I considered it, even "wrote" a guest review for it. (The guest would have been Shakespeare, and any of you who've read your Bard like you should have would know what the quote would have been.) But really, what's the point? Everything that can possibly be said about "One More Day" has been said already, and nobody who wasn't listening before is going to listen now. The ultimate arbiter of history will be the length of Joe Quesada's tenure as EIC, the reception of "Brand New Day" by the fans, and how well Marvel can stick to the new publishing schedule for ASM. (I'm not putting any money on it.)
So screw it. I've said for the last two years that I'd walk the second they undid the marriage, and that's what I'm doing. If they don't feel like making Spider-Man comics for people who like the idea of Peter Parker growing up, so be it. I've got twenty years of stories that say otherwise. I've got David Michelinie and J.M. DeMatties's early nineties runs. I've got Amazing 259, the story that cemented in my mind the certainty that MJ is the one for Peter. I've got the Essentials, and the wedding album. I've got DeZago and 'Ringo's Sensational. I've got Jim Butcher's wonderful novel The Darkest Hours, and Peter David's "Five Minutes," and Adam-Troy Castro's Sinister Six trilogy. I've got Marvel Adventures, and the movies (is there any doubt Peter and MJ end up together in the end there?), and the first four years of Stracynski's run (MJ's a powerful force in the book, even when she's not in it), and Tom Beland's "I Heart Marvel" one-shot. In the immediate sense, I've got Chris Bennet's new novel Drowned In Thunder, set before editorial stuck its grubby fingers into JMS's work, which says in a single paragraph what Quesada's been willfully ignoring for two decades.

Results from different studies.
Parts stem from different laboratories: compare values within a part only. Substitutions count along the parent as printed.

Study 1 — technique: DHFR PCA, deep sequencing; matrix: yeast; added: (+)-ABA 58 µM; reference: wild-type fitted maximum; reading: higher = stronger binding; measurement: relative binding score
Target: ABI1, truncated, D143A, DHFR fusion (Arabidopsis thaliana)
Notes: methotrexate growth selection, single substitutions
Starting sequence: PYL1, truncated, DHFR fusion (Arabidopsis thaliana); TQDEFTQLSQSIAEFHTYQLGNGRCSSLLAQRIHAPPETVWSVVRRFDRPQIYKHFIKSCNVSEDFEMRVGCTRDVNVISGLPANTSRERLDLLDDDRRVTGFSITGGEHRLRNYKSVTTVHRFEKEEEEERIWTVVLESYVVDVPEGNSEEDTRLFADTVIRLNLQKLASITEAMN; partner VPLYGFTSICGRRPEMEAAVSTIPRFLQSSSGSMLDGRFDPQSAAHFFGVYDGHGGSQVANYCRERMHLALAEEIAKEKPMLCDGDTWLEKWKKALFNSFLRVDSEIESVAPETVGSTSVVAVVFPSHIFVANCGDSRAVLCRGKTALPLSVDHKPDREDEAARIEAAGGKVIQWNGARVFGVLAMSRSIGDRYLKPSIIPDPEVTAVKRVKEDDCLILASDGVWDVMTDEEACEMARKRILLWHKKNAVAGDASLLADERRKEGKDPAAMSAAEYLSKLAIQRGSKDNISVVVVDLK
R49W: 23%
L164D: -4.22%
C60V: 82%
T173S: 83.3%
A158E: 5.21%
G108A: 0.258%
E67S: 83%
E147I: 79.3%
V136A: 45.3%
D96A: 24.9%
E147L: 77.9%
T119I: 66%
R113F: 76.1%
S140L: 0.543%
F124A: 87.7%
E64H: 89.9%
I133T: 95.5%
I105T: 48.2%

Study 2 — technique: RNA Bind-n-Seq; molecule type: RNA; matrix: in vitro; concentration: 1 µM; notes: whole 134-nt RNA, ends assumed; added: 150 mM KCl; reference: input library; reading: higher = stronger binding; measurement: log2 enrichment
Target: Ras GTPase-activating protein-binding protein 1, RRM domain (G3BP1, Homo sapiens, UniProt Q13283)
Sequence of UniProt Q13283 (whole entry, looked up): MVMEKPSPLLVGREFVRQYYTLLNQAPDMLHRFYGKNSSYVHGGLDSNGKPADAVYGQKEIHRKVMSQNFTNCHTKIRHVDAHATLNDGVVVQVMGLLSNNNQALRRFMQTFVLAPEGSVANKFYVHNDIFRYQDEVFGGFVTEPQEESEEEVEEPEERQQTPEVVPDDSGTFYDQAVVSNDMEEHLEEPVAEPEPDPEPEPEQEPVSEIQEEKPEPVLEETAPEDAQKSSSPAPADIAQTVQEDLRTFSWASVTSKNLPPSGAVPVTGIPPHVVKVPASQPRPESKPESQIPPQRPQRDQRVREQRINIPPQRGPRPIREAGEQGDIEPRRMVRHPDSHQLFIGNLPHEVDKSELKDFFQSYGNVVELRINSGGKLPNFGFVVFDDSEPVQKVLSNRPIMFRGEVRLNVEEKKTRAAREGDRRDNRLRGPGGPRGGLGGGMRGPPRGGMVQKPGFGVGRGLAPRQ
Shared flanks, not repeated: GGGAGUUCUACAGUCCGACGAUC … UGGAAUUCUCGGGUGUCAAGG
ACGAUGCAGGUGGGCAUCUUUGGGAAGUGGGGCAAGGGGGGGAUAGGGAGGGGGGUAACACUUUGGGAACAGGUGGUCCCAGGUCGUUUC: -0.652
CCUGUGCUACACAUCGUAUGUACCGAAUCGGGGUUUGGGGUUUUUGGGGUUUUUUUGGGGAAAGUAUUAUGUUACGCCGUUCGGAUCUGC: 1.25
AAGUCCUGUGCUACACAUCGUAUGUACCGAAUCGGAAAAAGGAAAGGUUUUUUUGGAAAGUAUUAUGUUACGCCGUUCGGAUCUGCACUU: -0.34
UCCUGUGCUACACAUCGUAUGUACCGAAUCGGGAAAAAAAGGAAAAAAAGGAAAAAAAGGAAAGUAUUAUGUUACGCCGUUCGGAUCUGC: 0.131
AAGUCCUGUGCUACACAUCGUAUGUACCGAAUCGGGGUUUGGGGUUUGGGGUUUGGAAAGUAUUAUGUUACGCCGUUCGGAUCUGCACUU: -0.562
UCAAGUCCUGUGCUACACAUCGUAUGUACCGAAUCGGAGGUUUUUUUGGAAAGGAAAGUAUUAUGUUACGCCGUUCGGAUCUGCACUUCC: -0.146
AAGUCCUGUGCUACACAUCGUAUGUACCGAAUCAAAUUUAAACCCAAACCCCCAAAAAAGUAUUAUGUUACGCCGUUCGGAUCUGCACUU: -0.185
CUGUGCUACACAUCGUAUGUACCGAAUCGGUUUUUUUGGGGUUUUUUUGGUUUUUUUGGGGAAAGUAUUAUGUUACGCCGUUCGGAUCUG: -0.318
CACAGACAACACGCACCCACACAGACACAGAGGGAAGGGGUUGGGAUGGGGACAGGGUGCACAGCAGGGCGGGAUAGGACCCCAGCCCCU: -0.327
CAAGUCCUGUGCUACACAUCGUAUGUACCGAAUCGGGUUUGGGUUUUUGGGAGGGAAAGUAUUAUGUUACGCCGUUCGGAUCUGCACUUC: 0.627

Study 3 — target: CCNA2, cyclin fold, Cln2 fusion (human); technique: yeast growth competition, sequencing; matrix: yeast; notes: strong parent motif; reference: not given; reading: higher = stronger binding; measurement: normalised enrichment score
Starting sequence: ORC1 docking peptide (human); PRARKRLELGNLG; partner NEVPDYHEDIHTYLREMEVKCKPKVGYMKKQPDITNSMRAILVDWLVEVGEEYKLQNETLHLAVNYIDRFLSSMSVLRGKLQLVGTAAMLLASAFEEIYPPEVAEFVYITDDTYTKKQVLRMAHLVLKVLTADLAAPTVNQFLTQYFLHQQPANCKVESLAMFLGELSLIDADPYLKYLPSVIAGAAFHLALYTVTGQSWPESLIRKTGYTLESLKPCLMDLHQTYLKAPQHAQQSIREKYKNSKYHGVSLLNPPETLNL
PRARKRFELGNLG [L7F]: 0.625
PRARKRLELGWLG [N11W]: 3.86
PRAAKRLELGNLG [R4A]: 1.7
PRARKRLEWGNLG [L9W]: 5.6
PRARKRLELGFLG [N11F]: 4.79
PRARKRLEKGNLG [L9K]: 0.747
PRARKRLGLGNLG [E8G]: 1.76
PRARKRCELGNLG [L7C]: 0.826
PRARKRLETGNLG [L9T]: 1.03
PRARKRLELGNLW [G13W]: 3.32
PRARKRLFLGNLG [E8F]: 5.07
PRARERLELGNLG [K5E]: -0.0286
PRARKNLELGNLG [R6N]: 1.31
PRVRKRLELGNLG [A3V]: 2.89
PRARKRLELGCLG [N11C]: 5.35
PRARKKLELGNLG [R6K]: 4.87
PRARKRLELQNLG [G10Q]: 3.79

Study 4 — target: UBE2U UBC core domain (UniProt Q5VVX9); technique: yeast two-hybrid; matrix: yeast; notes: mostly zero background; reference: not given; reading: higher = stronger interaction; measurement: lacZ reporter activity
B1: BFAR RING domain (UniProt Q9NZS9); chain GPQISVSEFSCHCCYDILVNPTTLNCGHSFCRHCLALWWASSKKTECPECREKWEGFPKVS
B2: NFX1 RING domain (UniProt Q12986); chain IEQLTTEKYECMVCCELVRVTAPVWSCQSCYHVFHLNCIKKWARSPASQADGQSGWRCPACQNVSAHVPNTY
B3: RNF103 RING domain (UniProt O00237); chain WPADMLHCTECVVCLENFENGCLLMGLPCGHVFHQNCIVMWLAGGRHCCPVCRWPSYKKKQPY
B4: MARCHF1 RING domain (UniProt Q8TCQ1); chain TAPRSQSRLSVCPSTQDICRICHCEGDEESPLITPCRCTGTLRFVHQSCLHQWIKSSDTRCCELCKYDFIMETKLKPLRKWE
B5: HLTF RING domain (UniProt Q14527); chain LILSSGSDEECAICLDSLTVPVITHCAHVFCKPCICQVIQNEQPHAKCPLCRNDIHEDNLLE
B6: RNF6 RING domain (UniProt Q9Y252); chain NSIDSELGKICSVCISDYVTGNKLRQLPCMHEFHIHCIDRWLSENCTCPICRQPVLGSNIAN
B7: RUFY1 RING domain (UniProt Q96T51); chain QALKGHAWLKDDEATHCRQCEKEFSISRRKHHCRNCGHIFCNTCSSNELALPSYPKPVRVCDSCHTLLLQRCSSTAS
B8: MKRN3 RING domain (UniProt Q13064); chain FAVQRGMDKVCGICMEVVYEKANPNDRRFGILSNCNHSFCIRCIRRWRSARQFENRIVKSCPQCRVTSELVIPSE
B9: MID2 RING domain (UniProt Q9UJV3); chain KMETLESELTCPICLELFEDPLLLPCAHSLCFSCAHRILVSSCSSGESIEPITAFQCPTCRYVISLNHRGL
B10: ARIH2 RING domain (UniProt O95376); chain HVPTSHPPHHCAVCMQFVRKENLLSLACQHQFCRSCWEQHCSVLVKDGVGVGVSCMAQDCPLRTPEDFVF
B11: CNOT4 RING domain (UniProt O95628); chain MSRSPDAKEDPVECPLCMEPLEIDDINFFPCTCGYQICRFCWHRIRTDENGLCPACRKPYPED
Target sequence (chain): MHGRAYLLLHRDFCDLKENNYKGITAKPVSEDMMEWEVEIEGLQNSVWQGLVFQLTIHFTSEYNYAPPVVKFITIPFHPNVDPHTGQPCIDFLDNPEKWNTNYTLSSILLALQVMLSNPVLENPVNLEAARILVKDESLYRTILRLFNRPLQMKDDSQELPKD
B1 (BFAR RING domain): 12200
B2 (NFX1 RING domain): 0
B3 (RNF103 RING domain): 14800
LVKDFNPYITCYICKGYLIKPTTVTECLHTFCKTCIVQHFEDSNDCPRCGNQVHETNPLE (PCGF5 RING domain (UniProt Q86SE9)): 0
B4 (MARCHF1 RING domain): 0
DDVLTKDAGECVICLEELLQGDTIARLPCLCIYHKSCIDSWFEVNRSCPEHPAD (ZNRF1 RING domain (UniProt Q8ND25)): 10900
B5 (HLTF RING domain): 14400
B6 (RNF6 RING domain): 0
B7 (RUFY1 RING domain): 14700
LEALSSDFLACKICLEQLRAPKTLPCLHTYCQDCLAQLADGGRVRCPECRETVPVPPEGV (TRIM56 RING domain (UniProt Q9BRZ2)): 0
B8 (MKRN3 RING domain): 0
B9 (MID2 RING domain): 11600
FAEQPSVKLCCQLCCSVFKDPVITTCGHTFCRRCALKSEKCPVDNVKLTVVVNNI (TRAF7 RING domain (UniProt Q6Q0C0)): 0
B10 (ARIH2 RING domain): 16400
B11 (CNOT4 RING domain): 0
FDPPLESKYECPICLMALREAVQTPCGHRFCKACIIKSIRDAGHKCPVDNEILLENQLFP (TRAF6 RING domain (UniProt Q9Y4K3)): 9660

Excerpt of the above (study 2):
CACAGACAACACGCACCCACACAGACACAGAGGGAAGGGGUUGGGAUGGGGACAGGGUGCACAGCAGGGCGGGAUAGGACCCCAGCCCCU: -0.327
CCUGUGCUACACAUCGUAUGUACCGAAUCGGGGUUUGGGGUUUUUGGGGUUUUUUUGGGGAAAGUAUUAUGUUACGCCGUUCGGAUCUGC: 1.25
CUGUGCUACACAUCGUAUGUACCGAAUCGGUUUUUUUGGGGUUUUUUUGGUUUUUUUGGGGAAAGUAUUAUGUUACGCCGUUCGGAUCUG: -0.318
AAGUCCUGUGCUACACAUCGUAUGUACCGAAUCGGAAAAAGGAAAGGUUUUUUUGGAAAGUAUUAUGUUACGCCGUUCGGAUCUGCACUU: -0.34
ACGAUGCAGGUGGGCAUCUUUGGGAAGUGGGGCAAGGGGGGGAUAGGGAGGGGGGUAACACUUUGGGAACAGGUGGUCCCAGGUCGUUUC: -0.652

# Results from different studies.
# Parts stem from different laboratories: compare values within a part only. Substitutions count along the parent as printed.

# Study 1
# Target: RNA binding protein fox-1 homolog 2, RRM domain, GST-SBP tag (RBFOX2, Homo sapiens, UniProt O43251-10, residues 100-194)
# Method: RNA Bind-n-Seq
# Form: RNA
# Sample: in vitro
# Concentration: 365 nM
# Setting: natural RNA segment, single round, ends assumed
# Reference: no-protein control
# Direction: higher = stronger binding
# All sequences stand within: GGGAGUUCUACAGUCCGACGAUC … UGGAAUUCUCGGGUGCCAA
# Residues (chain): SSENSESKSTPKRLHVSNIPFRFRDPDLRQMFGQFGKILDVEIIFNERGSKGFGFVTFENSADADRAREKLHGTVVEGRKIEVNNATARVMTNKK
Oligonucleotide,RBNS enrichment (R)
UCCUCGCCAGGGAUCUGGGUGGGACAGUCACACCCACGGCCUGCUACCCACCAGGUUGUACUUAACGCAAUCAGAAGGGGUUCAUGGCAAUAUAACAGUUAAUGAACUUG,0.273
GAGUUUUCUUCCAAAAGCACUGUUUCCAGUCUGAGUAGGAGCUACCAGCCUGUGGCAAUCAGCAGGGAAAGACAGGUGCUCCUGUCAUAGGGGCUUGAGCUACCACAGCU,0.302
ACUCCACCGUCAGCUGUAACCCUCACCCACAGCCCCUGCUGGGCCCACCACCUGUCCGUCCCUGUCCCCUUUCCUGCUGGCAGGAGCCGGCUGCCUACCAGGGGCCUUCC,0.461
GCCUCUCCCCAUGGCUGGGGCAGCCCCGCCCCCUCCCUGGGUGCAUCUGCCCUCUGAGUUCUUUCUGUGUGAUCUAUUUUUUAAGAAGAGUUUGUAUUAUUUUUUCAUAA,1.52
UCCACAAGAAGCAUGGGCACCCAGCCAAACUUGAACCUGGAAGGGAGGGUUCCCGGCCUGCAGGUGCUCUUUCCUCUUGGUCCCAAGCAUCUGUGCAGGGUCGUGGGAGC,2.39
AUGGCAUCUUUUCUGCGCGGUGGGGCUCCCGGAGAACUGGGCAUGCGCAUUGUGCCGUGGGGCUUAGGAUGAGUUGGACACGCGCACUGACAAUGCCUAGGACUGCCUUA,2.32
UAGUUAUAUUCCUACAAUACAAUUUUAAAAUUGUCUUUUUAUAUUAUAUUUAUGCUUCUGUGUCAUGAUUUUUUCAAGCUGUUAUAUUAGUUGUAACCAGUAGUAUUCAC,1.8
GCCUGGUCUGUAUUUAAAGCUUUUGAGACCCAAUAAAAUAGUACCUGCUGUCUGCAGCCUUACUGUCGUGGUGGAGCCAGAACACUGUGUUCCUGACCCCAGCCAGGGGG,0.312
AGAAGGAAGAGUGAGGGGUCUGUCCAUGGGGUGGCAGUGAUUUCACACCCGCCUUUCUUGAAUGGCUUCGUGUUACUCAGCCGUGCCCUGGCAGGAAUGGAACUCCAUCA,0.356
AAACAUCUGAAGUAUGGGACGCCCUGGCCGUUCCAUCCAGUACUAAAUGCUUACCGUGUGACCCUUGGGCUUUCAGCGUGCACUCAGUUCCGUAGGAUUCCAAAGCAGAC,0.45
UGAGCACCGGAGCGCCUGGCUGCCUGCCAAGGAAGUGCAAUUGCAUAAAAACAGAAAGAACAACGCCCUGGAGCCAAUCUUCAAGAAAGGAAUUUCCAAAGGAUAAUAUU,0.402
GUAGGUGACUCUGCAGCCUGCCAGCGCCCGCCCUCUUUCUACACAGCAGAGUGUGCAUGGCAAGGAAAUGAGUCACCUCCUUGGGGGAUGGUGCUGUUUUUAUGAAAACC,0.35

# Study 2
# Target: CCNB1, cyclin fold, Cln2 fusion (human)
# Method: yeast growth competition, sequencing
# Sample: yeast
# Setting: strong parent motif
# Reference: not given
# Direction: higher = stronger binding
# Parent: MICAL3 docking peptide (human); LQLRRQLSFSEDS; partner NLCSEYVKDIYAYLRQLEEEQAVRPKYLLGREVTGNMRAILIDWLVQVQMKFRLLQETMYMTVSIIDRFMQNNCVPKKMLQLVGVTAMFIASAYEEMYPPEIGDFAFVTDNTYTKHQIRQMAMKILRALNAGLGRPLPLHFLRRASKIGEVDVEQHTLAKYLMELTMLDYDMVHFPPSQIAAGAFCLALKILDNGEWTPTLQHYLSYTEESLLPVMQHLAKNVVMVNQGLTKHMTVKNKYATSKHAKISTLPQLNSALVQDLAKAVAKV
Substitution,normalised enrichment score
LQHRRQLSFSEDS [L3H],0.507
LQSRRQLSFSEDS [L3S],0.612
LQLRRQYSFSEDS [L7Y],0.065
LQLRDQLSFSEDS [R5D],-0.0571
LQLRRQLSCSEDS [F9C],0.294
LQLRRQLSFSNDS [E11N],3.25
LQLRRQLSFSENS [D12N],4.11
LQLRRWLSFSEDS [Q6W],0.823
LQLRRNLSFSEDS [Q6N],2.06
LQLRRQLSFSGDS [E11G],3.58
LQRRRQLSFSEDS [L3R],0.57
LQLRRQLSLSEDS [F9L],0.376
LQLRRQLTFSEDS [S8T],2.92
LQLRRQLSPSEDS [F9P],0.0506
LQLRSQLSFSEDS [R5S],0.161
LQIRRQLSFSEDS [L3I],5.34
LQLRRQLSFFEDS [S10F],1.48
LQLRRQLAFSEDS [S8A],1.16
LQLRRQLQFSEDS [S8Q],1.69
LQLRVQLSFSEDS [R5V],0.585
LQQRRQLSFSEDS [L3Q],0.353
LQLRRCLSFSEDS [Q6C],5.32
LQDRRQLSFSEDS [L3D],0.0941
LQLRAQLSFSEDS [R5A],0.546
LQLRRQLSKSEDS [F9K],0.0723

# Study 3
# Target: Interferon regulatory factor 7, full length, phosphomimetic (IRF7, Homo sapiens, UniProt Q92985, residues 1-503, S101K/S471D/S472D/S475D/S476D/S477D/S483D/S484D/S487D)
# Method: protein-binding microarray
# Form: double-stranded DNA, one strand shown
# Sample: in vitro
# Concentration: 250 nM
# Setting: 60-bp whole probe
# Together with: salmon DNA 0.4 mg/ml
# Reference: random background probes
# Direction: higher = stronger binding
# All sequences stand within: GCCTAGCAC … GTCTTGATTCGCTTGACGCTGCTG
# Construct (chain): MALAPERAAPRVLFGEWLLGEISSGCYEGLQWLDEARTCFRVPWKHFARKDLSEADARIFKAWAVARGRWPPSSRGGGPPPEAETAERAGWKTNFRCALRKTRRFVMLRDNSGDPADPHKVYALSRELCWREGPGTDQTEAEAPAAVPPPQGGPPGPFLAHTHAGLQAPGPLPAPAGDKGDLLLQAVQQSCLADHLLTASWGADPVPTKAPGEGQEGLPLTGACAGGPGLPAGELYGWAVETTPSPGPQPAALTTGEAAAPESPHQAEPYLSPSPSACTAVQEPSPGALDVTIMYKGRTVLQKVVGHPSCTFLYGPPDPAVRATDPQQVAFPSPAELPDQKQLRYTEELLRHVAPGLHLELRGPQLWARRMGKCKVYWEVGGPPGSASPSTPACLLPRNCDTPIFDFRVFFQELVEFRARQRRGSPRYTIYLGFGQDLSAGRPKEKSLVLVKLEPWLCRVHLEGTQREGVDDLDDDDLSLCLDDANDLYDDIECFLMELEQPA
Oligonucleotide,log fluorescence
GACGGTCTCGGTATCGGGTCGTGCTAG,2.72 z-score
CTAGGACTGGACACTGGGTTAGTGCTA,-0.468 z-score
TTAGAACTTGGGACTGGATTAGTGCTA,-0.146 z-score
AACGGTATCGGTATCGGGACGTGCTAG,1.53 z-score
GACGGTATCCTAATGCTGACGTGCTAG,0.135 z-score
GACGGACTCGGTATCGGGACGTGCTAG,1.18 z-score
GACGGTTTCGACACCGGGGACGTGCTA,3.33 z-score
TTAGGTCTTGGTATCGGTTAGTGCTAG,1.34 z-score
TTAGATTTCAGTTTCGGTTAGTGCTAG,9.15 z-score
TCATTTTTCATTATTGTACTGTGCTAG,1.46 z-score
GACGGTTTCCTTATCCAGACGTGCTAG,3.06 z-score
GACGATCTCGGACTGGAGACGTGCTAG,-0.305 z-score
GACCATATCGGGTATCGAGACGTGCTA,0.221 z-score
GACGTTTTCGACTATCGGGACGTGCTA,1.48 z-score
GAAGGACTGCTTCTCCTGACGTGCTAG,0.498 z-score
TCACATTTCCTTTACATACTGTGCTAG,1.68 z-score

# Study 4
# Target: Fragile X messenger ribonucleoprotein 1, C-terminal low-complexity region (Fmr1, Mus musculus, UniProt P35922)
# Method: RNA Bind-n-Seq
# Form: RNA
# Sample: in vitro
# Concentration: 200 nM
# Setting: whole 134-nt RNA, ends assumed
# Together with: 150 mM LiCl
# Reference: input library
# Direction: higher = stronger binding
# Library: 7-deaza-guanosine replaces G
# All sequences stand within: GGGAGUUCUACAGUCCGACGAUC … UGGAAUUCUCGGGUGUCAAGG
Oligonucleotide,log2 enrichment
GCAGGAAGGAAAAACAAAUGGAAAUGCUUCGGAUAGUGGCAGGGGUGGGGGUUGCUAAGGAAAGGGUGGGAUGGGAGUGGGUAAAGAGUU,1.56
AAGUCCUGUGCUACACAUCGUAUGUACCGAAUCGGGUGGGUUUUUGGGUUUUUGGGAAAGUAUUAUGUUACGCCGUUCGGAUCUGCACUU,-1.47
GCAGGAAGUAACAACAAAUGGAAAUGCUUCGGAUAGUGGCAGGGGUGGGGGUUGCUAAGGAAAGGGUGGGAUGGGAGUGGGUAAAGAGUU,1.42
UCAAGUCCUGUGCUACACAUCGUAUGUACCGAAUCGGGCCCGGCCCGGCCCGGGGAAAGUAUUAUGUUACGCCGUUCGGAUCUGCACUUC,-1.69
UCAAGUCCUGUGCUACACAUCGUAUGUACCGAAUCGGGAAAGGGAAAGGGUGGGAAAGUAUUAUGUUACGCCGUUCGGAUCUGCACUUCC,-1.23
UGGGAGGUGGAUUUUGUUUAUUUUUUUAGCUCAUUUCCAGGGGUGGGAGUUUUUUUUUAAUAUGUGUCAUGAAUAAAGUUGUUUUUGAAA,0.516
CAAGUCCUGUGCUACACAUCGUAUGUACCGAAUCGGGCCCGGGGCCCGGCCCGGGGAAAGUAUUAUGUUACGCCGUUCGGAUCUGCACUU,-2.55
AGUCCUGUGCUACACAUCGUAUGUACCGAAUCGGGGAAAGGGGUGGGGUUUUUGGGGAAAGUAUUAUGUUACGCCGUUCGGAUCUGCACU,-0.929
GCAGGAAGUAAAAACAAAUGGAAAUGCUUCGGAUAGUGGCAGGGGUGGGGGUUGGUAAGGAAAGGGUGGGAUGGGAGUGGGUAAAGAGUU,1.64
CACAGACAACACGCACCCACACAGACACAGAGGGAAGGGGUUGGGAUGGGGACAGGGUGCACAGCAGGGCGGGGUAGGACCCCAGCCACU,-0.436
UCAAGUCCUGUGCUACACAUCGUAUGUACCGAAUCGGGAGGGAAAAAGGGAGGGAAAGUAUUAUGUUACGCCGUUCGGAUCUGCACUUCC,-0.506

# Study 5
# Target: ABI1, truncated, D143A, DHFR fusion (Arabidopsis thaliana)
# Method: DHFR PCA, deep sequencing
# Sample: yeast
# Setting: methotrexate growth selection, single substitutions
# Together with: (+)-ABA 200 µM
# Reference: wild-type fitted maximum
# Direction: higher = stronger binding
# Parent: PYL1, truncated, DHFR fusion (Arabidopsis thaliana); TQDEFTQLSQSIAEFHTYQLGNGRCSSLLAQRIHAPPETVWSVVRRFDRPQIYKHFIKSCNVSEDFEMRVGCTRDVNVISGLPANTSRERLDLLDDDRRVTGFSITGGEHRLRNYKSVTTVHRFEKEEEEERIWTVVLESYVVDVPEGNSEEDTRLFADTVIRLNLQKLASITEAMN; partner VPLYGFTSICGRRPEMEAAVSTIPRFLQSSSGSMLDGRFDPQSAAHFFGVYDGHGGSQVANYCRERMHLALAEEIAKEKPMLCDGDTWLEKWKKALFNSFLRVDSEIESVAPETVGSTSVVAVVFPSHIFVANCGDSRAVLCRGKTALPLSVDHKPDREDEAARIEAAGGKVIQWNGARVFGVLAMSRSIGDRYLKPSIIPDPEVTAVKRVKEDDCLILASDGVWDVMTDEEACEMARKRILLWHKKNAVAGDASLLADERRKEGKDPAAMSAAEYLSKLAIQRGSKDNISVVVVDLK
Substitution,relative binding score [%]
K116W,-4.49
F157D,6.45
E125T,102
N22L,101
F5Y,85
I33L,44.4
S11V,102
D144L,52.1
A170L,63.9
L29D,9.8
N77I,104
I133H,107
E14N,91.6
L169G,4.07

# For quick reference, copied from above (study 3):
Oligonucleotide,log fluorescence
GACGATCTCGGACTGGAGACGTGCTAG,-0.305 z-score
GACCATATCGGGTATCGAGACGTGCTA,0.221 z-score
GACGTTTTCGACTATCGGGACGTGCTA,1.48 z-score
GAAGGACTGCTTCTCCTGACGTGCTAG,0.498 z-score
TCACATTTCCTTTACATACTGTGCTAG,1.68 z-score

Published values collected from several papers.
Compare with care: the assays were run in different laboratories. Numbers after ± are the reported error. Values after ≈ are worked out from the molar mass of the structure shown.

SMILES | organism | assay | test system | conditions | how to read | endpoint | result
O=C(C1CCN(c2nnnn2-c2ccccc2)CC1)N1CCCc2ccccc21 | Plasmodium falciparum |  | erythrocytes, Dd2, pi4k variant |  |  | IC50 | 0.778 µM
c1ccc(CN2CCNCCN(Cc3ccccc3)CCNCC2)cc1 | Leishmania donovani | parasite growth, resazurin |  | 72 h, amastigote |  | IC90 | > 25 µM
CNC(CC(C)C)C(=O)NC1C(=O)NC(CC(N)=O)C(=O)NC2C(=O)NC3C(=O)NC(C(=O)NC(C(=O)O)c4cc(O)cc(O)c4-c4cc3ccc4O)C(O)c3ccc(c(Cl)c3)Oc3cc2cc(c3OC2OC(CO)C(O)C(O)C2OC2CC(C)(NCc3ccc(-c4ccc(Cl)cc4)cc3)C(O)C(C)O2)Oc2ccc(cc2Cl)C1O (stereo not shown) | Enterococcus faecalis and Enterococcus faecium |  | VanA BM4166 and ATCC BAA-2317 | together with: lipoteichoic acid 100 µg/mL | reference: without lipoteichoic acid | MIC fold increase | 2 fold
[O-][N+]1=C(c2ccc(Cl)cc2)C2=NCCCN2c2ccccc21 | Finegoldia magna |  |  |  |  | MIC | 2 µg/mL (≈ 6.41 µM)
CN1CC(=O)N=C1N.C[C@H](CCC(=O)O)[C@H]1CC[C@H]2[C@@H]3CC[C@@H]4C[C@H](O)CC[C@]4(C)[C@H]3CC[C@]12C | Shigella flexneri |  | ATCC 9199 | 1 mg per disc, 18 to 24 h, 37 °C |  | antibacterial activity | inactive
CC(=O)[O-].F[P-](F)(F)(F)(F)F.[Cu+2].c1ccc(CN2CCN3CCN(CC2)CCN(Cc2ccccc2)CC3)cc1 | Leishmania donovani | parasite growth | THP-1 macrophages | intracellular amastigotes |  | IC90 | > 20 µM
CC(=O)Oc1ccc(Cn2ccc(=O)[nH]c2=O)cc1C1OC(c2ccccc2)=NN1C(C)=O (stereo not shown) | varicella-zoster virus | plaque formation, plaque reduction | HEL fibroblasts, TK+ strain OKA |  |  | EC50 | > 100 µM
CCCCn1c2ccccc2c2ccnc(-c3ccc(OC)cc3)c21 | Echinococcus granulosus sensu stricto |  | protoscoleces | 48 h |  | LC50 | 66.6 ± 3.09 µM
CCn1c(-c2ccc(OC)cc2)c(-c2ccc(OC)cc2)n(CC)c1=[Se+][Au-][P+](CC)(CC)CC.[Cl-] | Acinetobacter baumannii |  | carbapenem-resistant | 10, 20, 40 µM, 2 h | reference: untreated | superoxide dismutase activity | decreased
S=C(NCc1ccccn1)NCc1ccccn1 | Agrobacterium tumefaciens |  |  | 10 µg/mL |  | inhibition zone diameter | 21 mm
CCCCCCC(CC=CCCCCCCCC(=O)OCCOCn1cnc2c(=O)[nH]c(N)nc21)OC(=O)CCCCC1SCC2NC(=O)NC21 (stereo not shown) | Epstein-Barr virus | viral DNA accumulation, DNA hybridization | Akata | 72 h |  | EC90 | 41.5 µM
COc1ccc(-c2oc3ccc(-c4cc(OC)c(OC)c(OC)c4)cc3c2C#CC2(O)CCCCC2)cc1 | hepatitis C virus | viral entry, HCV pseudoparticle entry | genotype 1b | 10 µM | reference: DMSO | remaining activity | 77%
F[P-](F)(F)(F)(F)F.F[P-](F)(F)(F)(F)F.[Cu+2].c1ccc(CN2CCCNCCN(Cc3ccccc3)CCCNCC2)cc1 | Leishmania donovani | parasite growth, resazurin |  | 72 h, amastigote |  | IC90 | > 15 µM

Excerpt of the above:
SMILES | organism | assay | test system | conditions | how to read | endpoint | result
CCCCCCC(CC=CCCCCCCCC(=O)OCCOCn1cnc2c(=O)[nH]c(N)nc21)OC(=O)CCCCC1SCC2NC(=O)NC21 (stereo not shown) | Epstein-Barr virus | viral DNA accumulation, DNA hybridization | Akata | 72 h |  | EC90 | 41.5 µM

This, too, shall pass. If Marvel decides to dispense with this nonsense and get back to telling stories instead of acting out midlife crises, I'll come back. If not, well, I'll console myself with the fact that, no matter how much they try to retcon it away, the truth is spelled out in large, friendly letters on the cover of what has quietly been the best Spider-Man book they've been publishing for the last two years.
Spider-Man Loves Mary Jane.